For DSLR users, there's an important question to consider: Nikon D780 vs D750 – how does Nikon's newest digital SLR match up to the model it replaces? We've broken down all the key points – the sensor, the photo and video specs, the AF system and more – to help you determine which camera is right for you.
The Nikon D780 launched in January 2020 as an upgrade for the four-year-old Nikon D750. Although technology from 2016 may be almost prehistoric when it comes to digital cameras, the D750 is nonetheless still a worthy DSLR – and remains a very attractive option for enthusiasts eager to progress from smaller sensors to full-frame imaging, without spending the earth.
Indeed, being a few years old does wonders to the Nikon D750's price. So in terms of ticket price, the deals put a rather large feather in the cap of the older model. Of course, the newness of the Nikon D780 puts different kinds of feathers in its cap – such as inheriting some of its features from the higher end Nikon D850 camera.
So, both cameras are among the best DSLRs, and they're also two of the best Nikon cameras featuring the manufacturer's full-frame sensor and 'FX' camera mount (though they can still use the APS-C 'DX' lenses, albeit with a cropped image to accommodate the smaller image circle). Let's break down the specs and see which is the best choice for you…
Nikon D780 vs D750: Sensor and processor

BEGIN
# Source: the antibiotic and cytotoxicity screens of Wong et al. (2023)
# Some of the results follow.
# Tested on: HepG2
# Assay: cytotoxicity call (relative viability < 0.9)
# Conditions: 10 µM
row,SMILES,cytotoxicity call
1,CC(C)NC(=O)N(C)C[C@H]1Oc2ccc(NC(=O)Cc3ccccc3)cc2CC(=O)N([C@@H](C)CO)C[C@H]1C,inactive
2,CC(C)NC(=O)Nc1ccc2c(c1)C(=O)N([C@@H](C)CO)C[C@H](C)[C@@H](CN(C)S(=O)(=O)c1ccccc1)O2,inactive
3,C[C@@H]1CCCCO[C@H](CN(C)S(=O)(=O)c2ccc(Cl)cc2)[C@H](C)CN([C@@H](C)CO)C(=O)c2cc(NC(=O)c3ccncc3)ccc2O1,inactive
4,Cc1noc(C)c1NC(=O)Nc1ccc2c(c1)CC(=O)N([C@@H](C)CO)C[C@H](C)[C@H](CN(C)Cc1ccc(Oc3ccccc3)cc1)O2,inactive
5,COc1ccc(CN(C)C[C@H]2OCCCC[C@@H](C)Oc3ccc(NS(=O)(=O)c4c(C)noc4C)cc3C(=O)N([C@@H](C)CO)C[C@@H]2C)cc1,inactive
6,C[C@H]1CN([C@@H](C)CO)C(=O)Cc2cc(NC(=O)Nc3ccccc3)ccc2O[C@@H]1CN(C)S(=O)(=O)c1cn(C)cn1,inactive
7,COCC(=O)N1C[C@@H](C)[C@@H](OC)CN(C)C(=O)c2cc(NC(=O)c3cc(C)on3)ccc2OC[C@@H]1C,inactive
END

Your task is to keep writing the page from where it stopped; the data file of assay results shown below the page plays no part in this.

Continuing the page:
• Nikon D780: 24.5 megapixel Full frame (FX format) CMOS sensor (35.9x23.9mm) and EXPEED 6 processor
• Nikon D750: 24.3 megapixel Full frame (FX format) CMOS sensor (35.9x24mm) and EXPEED 4 processor
With the size of their sensors a match for a frame of conventional 35mm film, on parchment the Nikon D750 and its D780 suggest the possibility of improved image quality over standard, lower priced, APS-C sensor DSLRs. With both cameras offering their users 24 megapixel effective resolutions – the D870 just marginally nudging ahead at 24.5 effective MPs as opposed to 24.3 MP – ensuring that output can be printed bill board poster sized if required, the newer D780 would appear to have the slight edge.
It also boasts a newer generation image processor in the EXPEED 6, as opposed to the original EXPEED 4 processor in the older D750, which was put there at the time to allow for faster frame rates when shooting video. Obviously since 4K video capture has been newly introduced on the D780, a revamped latest generation processor was required to meet the latest DSLR’s increasingly data hungry requirements.
• Nikon D780: 4K at up to 29.97fps
• Nikon D750: Full HD 1920x1080 pixels at up to 59.94fps
The Nikon D750 DSLR offers the possibility of shooting Full HD resolution video at up to an actual maximum frame rate of 59.94fps, as opposed to the now expected 4K video capture option offered by the newer Nikon D780 thanks to 6K image sensor resolution, with frame rates of 30fps, 25fps or 24fps and what Nikon reminds us is a zero crop factor.